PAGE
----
Fall is on its way. Cool breezes, changing leaves, and falling temps bring on one of the best periods to get a line in the water. If angling is something you've wondered about but haven't tried yet, this is a great time to start. All species feed heavily to bulk up for a long winter and are much more susceptible to ending up on the end of your line. Walleyes are great table fair and there are many ways to catch them this time of year in our local rivers.
The stereotype for most walleye anglers is to fish the deepest holes in any given stretch. Don't be sucked into only fishing these areas. Even in the heat of the summer there are places to catch walleyes in small rivers where the water is barely shin deep. The main thing to remember with walleyes is in their name, the eye. Their eyes are extremely sensitive to light. This brings into play many factors into finding where they will be on any given day.
Now the stereotype does produce fish many times in small rivers given the conditions. When light penitration is high, like a sunny day and clear water conditions, holes can be a good bet. Many anglers who chase walleyes however sometimes let that be the rule. Walleyes in small rivers must take advantage of all ways to avoid light during a sunny day. With our local rivers we have an abundance of brush piles. Many of the larger fish in these systems utilize this structure as well. Even shallow brush can hold fish especially as we move into the fall period. Walleyes here can almost act more like trout in small streams. They will hide in the shadows and burst out to hit as food or a lure pass by.
A good rule of thumb for walleyes is to keep your presentation near the bottom. Whether you're jigging, cranking, or trolling for walleyes staying on or near the bottom is crucial in small rivers. The fish don't really have the depth needed in most cases to suspend, which they do at times in other systems.
The easiest place to start walleye fishing is jigging. It's also the least expensive which is a bonus. One thing that's going to happen in small rivers is losing some tackle at times. With a jig, between it and your trailer of choice, you'll only lose around fifty cents. Losing some of the latest crankbaits out can leave a ten dollar bill clinging to a limb. Realistically jigs work very well and are easy to get the hang of for new anglers.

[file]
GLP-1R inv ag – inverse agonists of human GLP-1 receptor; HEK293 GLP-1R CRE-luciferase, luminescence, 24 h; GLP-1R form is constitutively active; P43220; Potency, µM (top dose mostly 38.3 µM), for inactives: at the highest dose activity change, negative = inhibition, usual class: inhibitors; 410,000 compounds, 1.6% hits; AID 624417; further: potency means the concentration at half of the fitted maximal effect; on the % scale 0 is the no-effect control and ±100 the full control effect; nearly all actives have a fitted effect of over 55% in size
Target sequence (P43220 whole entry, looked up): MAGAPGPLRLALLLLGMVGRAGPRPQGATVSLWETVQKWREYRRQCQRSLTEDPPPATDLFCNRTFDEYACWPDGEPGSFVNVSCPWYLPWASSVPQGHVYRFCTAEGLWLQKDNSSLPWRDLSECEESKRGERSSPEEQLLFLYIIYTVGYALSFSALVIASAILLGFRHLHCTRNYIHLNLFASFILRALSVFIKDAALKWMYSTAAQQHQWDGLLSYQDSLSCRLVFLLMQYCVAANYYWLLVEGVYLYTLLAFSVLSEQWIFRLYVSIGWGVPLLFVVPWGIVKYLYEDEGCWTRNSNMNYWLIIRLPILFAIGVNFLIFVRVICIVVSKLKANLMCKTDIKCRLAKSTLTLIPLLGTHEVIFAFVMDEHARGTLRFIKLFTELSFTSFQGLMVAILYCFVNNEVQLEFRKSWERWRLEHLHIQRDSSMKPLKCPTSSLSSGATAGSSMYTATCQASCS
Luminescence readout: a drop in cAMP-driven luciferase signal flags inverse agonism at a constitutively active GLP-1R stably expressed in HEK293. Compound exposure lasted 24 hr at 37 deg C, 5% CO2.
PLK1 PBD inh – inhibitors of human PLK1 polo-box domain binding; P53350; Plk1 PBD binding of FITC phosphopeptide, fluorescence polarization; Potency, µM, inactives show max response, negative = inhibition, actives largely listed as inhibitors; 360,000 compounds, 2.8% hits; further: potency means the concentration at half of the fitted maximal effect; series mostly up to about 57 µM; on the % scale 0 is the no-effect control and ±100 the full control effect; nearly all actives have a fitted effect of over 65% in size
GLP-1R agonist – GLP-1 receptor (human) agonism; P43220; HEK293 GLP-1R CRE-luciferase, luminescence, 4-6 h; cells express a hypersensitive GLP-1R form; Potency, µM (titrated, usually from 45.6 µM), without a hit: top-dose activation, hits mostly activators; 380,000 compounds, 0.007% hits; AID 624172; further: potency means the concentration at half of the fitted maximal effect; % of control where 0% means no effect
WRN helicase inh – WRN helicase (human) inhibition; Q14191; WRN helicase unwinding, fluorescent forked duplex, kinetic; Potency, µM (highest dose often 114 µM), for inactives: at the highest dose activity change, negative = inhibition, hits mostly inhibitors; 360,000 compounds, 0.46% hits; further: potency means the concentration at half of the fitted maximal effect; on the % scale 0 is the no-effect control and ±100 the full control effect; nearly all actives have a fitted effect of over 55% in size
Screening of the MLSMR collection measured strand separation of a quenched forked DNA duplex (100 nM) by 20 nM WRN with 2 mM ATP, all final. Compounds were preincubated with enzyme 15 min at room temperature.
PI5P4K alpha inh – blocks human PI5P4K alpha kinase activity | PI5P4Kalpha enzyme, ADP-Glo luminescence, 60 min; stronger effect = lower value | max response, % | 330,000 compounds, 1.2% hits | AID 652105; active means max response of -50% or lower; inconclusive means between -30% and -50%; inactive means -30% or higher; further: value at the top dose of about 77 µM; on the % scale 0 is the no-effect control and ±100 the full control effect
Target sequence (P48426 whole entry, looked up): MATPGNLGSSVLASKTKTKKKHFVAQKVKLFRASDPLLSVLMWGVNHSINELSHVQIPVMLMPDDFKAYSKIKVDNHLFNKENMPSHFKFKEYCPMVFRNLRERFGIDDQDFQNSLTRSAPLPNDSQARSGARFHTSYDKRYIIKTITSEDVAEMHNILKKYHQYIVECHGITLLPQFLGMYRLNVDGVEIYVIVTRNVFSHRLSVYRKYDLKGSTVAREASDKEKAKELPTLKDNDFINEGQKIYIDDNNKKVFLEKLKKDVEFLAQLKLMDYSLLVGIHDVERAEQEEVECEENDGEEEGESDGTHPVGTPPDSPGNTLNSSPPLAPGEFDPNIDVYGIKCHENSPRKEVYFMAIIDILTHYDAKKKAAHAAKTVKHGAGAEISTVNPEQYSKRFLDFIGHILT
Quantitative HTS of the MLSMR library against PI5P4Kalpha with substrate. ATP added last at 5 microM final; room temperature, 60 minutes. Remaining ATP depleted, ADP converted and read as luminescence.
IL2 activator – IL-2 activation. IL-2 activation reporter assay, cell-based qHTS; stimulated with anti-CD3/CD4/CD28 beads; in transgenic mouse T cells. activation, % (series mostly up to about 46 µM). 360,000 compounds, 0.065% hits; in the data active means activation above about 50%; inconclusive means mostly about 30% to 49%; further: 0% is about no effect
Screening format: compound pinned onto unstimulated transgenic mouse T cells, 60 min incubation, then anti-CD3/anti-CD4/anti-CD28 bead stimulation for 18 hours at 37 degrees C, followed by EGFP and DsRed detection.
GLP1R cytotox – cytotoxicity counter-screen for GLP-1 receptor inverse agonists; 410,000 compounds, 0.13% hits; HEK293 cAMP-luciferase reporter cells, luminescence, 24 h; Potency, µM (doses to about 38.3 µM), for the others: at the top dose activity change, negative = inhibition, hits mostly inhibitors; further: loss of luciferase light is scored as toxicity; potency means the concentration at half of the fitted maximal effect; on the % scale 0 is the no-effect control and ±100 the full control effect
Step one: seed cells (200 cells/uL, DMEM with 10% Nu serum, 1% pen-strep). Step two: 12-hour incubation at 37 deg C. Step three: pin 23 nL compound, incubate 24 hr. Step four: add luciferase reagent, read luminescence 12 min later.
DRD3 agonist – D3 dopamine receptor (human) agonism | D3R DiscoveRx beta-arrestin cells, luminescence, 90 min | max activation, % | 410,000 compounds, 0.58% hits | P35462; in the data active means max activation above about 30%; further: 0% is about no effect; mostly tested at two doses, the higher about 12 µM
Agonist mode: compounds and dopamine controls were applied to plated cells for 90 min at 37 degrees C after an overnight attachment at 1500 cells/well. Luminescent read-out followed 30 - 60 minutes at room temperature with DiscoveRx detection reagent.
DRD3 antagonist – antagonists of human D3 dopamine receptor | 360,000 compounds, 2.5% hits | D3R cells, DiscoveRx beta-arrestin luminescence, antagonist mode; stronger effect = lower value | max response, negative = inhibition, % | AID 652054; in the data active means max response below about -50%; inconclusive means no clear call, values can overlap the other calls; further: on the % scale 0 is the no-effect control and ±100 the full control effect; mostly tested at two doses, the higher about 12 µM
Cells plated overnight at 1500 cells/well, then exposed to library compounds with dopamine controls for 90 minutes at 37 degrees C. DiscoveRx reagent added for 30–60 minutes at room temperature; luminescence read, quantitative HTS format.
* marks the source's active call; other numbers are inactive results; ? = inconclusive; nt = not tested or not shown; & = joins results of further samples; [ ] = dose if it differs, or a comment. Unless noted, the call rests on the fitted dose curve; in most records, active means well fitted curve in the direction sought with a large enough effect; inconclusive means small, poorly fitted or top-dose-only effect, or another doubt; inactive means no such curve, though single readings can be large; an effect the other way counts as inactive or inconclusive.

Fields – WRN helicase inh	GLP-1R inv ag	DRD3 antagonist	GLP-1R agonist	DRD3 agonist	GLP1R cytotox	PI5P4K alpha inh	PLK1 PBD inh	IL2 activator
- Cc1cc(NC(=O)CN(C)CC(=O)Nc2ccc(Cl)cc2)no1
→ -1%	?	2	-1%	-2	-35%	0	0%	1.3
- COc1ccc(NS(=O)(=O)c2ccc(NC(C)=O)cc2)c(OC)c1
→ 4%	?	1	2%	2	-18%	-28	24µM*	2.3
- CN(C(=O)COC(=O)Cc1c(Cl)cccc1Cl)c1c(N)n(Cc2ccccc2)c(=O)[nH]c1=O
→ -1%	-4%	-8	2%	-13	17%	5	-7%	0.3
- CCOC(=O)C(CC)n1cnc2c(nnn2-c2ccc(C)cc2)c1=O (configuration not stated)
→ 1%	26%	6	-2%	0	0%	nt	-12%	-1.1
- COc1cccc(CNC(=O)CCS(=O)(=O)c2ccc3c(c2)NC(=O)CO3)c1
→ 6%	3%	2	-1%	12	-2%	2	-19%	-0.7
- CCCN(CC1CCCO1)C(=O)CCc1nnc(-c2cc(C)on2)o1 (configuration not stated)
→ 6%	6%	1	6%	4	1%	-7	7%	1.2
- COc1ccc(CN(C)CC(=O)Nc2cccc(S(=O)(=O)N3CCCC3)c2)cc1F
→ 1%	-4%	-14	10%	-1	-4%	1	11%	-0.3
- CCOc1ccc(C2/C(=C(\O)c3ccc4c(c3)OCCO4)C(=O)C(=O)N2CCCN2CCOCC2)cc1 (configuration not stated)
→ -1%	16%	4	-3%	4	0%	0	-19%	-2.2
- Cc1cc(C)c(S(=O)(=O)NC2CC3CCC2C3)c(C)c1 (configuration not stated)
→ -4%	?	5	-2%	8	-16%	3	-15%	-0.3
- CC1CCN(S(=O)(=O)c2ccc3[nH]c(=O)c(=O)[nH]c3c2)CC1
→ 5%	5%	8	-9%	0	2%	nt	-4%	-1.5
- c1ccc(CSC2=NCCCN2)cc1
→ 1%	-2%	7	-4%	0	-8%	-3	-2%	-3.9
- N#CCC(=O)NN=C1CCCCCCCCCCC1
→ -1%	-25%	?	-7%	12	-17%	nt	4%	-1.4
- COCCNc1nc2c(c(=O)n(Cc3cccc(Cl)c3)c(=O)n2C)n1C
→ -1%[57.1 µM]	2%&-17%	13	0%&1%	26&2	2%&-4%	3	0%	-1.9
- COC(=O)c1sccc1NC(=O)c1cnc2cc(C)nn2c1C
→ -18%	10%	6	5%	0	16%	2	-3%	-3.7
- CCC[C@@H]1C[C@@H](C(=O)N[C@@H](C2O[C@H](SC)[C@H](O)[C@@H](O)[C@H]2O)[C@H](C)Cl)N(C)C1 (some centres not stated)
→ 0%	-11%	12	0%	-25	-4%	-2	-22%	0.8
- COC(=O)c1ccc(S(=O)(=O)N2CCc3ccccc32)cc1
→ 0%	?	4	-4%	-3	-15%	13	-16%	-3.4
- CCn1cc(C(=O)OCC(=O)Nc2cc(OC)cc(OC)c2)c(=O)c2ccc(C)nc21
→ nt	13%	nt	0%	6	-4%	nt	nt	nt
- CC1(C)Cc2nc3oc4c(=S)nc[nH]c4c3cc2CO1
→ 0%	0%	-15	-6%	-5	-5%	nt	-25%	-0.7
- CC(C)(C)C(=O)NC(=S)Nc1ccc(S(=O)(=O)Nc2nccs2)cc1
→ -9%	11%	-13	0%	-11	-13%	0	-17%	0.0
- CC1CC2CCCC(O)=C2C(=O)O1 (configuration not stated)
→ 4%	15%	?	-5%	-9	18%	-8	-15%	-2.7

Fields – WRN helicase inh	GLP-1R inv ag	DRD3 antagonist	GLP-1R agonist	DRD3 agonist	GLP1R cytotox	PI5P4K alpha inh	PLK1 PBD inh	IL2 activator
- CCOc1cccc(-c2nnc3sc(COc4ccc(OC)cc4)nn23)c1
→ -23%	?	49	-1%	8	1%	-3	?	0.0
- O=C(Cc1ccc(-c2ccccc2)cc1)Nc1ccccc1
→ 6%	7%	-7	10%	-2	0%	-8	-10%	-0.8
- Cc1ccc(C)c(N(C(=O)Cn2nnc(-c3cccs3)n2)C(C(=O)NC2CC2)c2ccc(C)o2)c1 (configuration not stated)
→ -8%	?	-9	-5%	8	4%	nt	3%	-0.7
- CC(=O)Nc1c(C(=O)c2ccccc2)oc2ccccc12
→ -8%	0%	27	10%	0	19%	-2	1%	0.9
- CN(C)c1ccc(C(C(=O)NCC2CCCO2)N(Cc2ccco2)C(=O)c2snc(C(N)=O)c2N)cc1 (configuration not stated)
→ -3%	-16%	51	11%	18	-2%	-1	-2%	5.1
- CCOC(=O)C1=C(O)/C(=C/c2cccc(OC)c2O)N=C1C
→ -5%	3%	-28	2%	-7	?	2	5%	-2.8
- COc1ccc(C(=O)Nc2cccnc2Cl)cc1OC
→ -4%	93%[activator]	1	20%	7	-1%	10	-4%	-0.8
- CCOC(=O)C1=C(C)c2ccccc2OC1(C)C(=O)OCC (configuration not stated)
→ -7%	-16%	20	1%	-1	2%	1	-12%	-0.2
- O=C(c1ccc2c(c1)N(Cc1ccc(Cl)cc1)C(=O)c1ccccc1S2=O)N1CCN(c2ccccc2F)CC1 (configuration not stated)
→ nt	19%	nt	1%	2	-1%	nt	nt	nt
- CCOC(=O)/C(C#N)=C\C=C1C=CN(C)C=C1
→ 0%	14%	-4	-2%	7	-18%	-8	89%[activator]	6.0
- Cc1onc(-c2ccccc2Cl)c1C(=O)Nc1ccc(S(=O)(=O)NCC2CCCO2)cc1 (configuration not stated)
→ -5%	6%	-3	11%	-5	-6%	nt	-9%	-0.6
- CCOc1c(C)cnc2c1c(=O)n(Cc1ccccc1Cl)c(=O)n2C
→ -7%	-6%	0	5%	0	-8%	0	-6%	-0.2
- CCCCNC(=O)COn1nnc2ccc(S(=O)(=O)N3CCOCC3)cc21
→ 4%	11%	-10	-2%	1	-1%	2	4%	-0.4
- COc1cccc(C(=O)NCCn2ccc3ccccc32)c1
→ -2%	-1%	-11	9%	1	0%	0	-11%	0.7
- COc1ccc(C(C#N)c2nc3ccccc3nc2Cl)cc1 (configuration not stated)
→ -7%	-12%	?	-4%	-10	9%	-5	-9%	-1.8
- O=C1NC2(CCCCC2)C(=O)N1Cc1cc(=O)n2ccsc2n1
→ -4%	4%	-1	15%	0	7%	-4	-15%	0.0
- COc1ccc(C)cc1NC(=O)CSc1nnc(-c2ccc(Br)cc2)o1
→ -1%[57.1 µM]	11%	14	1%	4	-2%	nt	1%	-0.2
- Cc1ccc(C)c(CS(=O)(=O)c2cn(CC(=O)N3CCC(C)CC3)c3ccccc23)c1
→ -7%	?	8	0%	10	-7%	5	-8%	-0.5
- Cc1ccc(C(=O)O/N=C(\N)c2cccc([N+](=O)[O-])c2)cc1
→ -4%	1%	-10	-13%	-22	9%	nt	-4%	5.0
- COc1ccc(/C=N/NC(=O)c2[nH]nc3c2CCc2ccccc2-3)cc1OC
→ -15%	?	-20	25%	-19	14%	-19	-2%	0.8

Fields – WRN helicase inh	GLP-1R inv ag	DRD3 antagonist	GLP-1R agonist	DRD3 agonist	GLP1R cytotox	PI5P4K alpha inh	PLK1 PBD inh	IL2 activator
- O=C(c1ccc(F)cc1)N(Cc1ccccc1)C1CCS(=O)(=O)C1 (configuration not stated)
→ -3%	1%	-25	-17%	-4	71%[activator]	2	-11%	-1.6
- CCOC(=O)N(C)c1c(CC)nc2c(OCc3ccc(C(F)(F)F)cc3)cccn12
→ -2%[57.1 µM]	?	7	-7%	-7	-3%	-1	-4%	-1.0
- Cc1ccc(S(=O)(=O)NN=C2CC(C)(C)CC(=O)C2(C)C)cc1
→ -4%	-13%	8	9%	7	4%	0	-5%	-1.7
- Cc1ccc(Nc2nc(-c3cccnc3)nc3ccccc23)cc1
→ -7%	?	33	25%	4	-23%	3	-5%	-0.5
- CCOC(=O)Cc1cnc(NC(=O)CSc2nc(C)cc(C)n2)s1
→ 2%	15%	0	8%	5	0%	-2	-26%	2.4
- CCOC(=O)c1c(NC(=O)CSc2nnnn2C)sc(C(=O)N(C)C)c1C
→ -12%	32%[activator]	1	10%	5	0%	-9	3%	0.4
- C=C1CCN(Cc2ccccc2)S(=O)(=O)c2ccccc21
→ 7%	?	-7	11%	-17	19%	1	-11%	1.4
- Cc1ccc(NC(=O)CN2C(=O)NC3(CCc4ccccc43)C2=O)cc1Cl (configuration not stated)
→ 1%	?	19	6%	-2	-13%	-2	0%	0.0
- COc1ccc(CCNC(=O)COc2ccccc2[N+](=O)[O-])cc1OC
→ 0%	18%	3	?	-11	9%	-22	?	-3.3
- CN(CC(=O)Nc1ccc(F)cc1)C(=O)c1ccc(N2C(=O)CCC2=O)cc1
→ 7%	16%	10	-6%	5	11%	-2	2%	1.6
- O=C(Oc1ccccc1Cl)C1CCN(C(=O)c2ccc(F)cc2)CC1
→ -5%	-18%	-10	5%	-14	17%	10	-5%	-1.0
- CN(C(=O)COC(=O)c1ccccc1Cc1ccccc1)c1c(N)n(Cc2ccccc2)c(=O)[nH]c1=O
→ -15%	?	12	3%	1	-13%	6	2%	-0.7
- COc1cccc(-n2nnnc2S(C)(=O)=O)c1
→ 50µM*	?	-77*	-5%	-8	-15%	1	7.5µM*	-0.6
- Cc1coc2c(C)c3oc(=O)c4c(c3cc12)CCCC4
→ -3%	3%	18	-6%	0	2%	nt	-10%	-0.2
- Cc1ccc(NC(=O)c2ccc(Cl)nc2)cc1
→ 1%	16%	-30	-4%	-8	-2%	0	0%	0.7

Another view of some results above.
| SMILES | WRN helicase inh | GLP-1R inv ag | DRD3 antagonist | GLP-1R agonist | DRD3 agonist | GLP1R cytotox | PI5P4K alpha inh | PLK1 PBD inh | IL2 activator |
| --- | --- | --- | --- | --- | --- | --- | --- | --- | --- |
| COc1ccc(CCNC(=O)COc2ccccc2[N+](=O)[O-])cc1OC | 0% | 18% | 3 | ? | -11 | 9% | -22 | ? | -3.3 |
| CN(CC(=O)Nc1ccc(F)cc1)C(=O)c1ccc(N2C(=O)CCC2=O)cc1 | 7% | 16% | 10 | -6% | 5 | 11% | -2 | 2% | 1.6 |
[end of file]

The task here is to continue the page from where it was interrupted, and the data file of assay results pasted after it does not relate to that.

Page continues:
When working a jig try to visualize the lure beneath the water and work it in accordance with the color and type of bait you have chosen. If you're trying to imitate a minnow, slowly reel the bait back with your rod at a ten o'clock position. Vary the retrieve by moving the rod up and down and changing its speed and direction. If you do get hung up the best way to break free is what many call piano stringing.
Hold your rod at that ten o'clock position and reel until the line is taught. Get a firm grip of the rod with your hand just ahead of the reel seat. Raise the rod to put a good bend in it while the butt section is against your forearm. Use the opposite hand to pull the line section between the reel and the first eye of your rod. Move the line to the side and toward you a little. When the rod is bent good and the line is very tight let go of the line. If done correctly it should snap violently and send a shockwave of vibration down the line which can shake the lure free. It won't always work on wood but will most times in the rocks.
When you head out for walleyes on small rivers keep the eye most prominant in your mind. Bright sunny days and clear water stick to deeper water and shallow current breaks with structure and shade. When the clouds roll in you'll be surprised at times just how shallow walleyes can be. Just remember when he gives ya that great walleye hard tap, SET THE HOOK!